Anthony Rizzo
Chicago Cubs: Hoyer loves idea of Schwarber as a leadoff hitter
Anthony Rizzo

Chicago Cubs: Hoyer loves idea of Schwarber as a leadoff hitter

Updated Mar. 4, 2020 11:24 p.m. ET

The Chicago Cubs’ search for a new leadoff man is still ongoing. While Zobrist has been the most discussed candidate, there’s one other player who has recently received consideration: Schwarber.

Dexter Fowler is officially a member of the St. Louis Cardinals, so he is no longer a possibility for the Chicago Cubs. And don’t expect a repeat of last year’s Orioles debacle. The deal has officially been inked this time.

On the Spiegel and Goff show, Cubs executive vice-president Jed Hoyer made it clear that he is very much on board with the idea of Kyle Schwarber batting leadoff for Chicago. “When we talk about it internally and kind of kick things around, I love that idea,” Hoyer said on the show.

    When you think about what a leadoff hitter conventionally is, you don’t imagine someone like Kyle Schwarber.


    You generally don’t see portly, power-hitting sluggers hitting first. But for the Chicago Cubs, the conventional approach hasn’t always been the way to go.

    We saw as much in the World Series with Aroldis Chapman pitching multiple innings in single games, something he had never really done in his career. And how many teams would have Ben Zobrist batting cleanup?

    Have the right tools

    For the Cubs, it just might work. The leadoff man needs to be a high on-base percentage guy, and that’s exactly what Kyle Schwarber has been in his short, but so-far impressive career. His career OBP is currently at .353, well above the league average of .321.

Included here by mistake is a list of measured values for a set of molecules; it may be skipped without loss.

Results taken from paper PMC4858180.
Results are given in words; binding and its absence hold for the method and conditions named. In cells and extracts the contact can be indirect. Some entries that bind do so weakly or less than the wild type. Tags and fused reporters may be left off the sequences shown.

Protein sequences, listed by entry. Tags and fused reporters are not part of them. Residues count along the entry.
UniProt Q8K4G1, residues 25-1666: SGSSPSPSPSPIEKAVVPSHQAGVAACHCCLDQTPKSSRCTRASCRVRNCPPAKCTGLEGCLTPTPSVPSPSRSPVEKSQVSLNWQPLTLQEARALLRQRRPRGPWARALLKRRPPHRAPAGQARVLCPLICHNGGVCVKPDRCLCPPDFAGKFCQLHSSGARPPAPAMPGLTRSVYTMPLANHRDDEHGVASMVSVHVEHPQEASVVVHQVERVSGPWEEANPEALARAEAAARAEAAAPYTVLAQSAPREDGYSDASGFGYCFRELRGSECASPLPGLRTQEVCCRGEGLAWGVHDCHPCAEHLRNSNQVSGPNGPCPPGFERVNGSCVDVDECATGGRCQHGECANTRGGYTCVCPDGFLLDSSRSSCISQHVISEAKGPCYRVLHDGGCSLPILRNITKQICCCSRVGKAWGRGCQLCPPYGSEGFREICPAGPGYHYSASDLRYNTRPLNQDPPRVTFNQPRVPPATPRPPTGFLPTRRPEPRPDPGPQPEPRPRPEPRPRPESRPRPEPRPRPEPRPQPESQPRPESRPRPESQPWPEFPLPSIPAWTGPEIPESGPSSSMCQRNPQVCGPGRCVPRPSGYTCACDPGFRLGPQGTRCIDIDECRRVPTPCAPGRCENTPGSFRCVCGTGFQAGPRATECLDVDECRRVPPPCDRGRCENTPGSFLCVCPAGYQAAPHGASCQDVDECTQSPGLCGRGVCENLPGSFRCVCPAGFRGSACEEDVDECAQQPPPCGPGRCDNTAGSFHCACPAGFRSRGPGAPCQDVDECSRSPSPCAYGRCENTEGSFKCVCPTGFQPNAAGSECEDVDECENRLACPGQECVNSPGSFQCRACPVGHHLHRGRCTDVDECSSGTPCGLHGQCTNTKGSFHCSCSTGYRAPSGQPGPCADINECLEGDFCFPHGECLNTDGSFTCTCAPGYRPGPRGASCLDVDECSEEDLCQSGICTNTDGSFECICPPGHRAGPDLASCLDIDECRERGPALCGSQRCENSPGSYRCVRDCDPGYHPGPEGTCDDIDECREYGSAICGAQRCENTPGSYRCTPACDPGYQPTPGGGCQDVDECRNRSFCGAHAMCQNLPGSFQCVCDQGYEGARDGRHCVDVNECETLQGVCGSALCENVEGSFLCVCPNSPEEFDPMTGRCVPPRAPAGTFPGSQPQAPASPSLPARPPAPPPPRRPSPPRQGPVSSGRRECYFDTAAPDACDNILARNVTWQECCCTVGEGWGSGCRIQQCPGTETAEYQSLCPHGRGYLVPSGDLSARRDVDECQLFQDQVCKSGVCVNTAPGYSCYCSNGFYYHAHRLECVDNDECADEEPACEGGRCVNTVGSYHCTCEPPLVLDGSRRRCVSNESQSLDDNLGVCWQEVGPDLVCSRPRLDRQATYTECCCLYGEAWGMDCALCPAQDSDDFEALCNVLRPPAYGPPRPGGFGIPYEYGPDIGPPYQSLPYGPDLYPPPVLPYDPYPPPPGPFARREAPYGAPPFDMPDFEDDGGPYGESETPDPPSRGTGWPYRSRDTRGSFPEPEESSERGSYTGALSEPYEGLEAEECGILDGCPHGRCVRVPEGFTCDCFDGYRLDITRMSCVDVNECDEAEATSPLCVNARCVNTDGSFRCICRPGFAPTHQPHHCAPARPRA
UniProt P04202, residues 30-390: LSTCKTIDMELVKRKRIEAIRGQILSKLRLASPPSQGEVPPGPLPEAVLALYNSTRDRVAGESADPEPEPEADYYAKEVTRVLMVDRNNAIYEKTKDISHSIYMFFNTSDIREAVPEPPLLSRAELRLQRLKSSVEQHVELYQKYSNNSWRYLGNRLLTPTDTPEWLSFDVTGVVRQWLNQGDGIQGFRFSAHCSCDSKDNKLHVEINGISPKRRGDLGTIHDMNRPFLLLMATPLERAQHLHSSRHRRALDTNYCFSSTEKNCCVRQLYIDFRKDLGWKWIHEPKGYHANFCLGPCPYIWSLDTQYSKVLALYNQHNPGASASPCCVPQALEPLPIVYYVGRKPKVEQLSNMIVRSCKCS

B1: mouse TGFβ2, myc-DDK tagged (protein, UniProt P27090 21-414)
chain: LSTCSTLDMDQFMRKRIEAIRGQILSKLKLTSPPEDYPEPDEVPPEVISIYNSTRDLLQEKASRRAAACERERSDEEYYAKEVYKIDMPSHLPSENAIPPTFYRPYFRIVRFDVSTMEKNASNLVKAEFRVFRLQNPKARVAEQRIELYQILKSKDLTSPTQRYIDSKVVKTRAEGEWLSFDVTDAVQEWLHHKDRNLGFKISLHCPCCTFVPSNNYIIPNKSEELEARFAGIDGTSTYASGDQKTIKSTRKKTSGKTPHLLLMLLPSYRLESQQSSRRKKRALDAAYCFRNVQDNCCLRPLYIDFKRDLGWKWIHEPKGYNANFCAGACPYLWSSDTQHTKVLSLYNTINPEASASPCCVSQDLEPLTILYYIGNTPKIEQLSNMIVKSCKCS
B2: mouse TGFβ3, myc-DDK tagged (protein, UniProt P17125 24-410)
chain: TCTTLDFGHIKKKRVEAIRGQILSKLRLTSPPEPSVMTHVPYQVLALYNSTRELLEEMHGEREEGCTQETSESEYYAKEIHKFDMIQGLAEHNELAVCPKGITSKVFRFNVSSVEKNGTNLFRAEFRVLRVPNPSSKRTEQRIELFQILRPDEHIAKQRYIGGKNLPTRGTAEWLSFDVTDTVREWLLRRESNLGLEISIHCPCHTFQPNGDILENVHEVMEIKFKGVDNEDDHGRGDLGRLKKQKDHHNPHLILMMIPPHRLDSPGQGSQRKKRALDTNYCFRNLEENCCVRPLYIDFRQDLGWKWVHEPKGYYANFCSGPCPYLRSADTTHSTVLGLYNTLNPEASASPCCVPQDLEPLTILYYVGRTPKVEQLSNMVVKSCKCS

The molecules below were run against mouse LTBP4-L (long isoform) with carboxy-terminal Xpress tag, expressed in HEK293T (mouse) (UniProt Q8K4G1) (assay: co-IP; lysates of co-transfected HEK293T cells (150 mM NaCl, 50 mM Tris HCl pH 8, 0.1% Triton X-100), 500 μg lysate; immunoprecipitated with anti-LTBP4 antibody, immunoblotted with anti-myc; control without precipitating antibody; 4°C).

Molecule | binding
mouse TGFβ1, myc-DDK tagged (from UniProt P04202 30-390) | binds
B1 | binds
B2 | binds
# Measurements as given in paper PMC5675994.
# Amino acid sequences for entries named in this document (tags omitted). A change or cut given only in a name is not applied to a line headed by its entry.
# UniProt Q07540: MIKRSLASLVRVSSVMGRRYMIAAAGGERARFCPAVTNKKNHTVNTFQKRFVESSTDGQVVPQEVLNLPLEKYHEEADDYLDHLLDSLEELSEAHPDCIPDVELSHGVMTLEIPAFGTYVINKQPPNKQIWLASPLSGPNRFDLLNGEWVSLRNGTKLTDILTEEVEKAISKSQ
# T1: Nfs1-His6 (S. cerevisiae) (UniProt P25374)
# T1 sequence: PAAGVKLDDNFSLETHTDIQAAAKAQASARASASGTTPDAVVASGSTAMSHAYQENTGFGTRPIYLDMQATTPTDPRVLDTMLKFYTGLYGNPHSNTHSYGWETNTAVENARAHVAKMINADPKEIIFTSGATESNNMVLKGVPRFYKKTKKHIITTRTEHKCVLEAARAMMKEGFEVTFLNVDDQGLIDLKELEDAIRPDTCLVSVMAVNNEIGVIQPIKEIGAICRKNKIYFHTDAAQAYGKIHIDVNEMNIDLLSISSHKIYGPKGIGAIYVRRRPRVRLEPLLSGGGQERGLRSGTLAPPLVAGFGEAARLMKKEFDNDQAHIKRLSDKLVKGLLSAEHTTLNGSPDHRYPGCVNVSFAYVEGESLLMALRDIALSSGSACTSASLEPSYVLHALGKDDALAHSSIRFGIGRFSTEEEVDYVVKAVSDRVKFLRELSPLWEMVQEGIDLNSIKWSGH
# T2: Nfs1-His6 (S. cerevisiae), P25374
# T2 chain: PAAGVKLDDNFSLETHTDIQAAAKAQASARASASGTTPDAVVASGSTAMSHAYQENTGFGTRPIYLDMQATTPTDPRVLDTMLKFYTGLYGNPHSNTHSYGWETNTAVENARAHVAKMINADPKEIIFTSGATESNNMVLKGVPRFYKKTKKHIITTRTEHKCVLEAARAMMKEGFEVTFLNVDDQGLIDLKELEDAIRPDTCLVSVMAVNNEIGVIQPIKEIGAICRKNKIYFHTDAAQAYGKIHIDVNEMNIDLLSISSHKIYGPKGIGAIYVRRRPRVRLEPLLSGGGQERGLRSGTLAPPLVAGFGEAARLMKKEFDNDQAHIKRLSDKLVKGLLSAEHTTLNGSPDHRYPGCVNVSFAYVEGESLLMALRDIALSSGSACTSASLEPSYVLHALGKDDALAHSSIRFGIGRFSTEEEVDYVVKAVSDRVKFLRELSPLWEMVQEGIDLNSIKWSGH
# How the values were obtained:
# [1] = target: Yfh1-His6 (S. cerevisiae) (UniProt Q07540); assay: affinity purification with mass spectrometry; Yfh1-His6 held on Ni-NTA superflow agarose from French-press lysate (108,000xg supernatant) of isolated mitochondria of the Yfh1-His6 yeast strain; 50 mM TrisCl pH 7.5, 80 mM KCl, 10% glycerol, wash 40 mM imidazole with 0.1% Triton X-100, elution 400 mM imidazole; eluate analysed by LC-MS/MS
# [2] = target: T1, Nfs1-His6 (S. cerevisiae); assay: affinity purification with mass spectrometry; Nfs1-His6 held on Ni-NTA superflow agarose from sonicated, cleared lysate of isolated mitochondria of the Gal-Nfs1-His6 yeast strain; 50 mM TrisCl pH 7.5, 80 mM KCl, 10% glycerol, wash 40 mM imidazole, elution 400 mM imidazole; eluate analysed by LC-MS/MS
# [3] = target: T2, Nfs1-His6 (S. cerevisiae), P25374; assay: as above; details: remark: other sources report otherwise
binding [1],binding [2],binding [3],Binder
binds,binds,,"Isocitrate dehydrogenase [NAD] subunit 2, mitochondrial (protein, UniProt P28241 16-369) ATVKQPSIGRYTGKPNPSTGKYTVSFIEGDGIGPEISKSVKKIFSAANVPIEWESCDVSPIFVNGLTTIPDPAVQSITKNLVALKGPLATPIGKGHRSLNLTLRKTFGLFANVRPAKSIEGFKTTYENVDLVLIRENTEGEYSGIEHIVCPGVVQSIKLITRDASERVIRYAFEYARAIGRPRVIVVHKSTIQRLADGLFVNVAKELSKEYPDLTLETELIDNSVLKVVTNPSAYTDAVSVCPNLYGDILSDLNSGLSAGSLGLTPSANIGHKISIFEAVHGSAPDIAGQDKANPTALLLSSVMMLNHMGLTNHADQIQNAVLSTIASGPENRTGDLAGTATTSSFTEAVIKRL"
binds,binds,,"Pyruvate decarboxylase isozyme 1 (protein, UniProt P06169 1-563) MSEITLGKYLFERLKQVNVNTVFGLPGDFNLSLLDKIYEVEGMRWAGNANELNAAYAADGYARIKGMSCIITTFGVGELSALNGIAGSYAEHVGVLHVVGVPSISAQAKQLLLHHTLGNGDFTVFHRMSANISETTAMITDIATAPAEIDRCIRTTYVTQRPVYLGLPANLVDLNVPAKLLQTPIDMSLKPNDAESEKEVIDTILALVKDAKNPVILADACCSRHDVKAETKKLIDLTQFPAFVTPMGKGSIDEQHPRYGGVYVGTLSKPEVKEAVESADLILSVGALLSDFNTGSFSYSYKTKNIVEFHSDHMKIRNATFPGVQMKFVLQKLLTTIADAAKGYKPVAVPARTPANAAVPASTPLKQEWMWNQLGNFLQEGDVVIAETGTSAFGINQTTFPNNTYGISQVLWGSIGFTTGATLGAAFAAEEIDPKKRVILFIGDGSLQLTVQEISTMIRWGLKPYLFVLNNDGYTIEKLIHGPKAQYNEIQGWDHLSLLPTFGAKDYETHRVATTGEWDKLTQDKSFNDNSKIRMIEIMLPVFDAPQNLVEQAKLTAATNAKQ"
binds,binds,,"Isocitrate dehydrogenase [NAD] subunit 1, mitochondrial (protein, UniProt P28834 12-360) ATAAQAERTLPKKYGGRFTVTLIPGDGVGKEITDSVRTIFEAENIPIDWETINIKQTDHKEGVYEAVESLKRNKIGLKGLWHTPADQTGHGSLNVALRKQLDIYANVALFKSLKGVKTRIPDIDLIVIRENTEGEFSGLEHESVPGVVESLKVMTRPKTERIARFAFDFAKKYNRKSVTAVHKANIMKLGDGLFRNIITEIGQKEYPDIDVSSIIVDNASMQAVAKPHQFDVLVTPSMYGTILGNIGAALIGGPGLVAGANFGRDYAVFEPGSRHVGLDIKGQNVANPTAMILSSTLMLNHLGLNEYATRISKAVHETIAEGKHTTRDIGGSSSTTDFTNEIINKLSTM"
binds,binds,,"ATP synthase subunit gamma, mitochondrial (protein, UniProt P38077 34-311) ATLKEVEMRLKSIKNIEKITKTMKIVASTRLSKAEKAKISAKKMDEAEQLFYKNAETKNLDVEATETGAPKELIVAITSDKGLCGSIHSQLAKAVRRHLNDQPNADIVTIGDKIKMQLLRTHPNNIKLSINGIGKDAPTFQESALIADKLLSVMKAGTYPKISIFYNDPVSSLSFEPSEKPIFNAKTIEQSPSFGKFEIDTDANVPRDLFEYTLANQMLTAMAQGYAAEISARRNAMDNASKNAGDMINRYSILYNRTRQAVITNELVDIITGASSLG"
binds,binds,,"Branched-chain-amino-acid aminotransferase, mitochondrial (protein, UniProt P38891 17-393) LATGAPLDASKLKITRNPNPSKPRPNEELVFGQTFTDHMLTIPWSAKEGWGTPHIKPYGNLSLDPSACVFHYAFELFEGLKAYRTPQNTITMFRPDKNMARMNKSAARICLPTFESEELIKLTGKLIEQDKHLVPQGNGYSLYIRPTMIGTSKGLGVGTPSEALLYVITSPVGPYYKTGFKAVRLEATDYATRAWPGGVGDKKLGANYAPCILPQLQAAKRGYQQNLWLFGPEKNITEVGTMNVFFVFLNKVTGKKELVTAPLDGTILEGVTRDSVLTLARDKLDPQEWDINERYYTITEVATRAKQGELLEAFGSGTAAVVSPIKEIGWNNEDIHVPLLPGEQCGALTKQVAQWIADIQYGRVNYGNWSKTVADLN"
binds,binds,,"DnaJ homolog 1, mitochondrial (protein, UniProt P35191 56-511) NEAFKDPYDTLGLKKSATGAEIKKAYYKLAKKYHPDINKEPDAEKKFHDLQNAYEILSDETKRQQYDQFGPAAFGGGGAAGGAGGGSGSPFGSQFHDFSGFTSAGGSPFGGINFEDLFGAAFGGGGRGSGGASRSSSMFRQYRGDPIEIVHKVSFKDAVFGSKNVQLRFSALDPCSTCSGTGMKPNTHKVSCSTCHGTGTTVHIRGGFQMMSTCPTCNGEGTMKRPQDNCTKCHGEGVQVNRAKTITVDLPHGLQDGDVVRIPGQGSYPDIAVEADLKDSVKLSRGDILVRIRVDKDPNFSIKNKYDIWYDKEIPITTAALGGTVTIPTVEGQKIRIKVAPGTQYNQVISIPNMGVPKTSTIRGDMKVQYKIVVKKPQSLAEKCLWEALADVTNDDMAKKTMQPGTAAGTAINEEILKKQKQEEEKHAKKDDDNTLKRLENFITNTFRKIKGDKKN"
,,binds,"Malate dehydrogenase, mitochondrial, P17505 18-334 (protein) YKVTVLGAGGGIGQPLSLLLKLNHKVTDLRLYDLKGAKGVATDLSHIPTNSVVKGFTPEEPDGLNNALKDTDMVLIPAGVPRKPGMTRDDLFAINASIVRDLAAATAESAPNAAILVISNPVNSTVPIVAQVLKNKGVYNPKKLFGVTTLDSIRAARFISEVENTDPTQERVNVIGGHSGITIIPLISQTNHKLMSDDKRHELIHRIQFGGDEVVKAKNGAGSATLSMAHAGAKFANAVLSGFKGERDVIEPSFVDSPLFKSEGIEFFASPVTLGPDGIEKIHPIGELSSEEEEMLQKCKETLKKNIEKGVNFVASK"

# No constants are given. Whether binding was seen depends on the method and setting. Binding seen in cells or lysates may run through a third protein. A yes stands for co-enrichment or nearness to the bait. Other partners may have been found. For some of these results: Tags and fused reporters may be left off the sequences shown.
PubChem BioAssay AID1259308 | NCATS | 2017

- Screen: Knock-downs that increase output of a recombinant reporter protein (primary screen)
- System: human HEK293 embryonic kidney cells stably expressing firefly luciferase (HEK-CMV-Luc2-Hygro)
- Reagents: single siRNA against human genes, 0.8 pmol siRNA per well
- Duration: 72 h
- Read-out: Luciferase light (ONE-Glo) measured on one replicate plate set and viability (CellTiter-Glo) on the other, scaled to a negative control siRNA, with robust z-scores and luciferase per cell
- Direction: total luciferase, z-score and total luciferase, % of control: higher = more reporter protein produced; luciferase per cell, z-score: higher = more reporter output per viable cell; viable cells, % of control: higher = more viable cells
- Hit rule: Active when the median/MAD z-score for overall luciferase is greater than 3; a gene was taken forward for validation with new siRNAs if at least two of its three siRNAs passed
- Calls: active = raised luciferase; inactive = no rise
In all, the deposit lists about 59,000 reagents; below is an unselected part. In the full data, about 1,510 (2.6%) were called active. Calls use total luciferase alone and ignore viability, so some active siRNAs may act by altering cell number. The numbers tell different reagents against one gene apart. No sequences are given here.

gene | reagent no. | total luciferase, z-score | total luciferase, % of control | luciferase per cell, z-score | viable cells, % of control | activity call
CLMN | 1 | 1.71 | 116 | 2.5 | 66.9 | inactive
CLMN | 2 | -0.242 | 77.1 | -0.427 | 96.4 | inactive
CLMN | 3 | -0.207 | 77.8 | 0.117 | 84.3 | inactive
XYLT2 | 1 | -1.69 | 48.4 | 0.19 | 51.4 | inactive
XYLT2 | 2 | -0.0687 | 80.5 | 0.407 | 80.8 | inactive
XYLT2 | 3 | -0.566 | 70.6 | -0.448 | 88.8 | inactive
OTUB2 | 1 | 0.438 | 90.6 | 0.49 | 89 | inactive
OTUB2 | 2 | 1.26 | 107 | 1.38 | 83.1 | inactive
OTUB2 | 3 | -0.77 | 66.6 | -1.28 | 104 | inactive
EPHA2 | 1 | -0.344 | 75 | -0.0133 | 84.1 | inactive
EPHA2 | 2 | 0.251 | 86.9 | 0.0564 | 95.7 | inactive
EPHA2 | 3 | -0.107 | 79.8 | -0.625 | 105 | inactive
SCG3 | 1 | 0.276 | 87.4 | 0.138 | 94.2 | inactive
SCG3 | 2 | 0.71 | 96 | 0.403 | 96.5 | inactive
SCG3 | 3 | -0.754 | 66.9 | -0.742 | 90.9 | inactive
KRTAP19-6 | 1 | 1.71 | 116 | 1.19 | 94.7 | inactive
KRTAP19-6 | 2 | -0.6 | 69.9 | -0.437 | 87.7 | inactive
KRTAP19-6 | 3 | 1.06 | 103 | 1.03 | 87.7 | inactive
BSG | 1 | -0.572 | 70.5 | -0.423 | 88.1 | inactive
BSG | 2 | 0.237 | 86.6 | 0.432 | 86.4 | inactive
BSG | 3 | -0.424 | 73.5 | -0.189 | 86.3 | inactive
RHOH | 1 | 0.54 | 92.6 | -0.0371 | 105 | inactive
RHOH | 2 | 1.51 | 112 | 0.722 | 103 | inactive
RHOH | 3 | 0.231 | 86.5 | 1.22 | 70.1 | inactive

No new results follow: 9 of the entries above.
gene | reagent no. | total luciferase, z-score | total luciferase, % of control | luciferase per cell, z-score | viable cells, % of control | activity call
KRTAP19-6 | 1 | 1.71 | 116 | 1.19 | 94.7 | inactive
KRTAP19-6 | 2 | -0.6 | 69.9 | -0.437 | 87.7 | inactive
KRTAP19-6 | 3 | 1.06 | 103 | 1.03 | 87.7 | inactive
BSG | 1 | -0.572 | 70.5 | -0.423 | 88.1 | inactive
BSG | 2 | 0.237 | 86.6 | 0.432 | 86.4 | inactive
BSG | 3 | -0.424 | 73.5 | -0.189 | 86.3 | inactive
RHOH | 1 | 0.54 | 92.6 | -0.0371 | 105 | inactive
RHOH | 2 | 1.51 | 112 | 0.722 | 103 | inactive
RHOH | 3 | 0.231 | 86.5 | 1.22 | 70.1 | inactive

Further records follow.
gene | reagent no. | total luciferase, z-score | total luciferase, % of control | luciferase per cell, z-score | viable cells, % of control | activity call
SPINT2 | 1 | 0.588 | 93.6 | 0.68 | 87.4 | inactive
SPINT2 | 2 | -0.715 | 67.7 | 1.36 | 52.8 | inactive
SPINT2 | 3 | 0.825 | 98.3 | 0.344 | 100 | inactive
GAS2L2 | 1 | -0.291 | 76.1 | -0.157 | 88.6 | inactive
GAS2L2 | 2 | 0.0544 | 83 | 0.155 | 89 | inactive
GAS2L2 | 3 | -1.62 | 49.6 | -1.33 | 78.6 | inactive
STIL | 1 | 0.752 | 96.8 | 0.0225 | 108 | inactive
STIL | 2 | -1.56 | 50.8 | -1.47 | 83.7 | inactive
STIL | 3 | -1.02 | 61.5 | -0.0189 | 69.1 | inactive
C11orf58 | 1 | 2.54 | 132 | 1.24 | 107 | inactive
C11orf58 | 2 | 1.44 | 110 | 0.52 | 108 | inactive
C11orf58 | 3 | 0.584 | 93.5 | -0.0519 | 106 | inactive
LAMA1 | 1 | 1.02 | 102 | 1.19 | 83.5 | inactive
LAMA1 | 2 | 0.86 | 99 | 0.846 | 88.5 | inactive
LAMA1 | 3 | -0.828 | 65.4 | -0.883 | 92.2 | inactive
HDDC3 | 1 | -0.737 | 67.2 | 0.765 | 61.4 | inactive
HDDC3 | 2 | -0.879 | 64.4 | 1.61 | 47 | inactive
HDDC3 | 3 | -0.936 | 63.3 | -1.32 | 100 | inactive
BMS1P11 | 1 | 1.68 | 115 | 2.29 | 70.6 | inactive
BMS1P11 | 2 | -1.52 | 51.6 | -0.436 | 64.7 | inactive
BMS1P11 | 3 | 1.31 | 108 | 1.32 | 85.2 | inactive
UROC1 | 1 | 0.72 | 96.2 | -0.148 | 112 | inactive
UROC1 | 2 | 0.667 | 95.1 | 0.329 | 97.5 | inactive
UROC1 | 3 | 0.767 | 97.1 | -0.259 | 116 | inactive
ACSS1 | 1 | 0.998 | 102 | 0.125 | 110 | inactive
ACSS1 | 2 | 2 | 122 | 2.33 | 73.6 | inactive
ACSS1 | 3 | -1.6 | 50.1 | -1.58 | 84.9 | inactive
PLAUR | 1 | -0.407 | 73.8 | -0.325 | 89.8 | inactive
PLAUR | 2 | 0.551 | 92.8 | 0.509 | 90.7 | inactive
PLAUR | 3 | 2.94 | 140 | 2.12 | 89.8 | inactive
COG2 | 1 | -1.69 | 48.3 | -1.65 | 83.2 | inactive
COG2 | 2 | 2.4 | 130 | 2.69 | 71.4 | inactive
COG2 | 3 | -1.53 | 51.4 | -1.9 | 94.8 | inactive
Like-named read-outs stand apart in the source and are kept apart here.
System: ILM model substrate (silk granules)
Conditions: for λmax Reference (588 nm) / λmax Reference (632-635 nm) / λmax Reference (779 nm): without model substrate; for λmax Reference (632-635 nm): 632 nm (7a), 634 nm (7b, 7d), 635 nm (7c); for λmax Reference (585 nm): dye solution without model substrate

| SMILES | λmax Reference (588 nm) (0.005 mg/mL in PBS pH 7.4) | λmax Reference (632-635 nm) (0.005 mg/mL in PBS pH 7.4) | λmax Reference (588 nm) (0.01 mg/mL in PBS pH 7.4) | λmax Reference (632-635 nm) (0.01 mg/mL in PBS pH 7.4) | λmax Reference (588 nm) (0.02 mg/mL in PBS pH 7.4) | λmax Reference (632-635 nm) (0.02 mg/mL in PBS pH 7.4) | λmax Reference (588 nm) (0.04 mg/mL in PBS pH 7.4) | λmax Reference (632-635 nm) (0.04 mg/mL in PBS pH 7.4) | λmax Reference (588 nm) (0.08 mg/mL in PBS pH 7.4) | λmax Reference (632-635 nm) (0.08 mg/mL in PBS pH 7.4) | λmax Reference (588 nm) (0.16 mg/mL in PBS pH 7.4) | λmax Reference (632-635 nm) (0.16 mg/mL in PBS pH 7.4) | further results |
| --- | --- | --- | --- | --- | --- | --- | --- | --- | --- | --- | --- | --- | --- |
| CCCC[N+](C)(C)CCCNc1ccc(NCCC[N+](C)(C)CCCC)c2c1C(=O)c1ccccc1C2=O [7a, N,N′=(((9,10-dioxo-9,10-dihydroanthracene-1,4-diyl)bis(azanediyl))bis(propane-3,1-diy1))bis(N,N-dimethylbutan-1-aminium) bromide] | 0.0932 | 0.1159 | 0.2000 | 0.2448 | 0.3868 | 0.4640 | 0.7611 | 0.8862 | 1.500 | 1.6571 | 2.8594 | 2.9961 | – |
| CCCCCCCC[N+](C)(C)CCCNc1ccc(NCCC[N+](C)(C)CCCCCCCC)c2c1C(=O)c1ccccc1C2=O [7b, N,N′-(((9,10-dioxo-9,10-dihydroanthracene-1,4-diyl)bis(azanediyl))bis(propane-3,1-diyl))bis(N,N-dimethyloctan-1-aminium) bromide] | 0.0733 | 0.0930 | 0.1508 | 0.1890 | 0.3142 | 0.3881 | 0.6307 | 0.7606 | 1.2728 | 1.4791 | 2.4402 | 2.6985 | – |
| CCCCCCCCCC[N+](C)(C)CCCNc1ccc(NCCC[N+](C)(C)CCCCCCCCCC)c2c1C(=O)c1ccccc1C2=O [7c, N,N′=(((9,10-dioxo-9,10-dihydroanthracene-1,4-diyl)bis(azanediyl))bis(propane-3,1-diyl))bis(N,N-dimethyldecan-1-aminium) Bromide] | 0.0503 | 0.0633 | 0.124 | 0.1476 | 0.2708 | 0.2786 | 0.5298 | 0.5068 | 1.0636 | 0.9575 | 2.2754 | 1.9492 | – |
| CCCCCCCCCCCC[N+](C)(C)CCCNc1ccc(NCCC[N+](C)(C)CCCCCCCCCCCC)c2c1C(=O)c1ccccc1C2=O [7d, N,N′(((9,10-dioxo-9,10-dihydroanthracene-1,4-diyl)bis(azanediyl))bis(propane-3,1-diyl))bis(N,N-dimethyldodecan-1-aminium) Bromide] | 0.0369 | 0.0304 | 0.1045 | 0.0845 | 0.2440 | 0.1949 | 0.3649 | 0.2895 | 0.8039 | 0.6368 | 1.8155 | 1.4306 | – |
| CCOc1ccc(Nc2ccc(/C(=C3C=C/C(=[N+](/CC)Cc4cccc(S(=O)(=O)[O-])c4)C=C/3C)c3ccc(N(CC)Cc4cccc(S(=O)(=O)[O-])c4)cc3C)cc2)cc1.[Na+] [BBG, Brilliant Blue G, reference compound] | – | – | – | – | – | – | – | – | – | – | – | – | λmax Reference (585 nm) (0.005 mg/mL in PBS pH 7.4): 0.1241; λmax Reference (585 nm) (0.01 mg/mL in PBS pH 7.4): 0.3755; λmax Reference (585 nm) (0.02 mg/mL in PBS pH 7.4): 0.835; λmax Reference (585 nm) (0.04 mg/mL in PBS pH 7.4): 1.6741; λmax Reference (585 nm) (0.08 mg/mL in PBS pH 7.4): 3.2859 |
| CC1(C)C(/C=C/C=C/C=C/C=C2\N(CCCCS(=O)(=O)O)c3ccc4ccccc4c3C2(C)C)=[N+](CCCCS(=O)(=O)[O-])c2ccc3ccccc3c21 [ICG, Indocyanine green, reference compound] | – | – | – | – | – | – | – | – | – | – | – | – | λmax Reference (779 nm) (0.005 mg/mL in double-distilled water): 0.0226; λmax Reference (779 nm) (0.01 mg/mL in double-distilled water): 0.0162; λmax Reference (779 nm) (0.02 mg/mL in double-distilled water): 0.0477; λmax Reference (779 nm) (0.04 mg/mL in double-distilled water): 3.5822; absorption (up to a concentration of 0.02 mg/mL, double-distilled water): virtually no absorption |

One potential drawback to Schwarber as a leadoff man is that he’s not going to steal an awful lot of bases. He’s a capable enough outfielder, but speed is not really Schwarber’s forte. That’s no secret. But it also may not necessarily be a glaring issue. While Schwarber might be slower than your prototypical leadoff guy, he also possesses more power.

    He’s more likely than most leadoff hitters to find gaps in deep parts of the outfield. You don’t have to worry about him trying to steal second base if he’s starting the game off with doubles.

    The reason for batting Kris Bryant and Anthony Rizzo second and third respectively, rather than third and fourth, is to get them more at-bats. The same concept applies to Schwarber. Have your best players hitting more often, and you win more games. Simple equation.

    It’s still totally up in the air, but Schwarber would certainly be an interesting choice. With the wonderful wizard Joe Maddon at the helm, there’s few decisions that would surprise me.

    The Winter Meetings have come to a close, but the offseason rolls on. Be sure to check Cubbies Crib for the latest news and updates on the Chicago Cubs. The hot stove isn’t cooling down quite yet.

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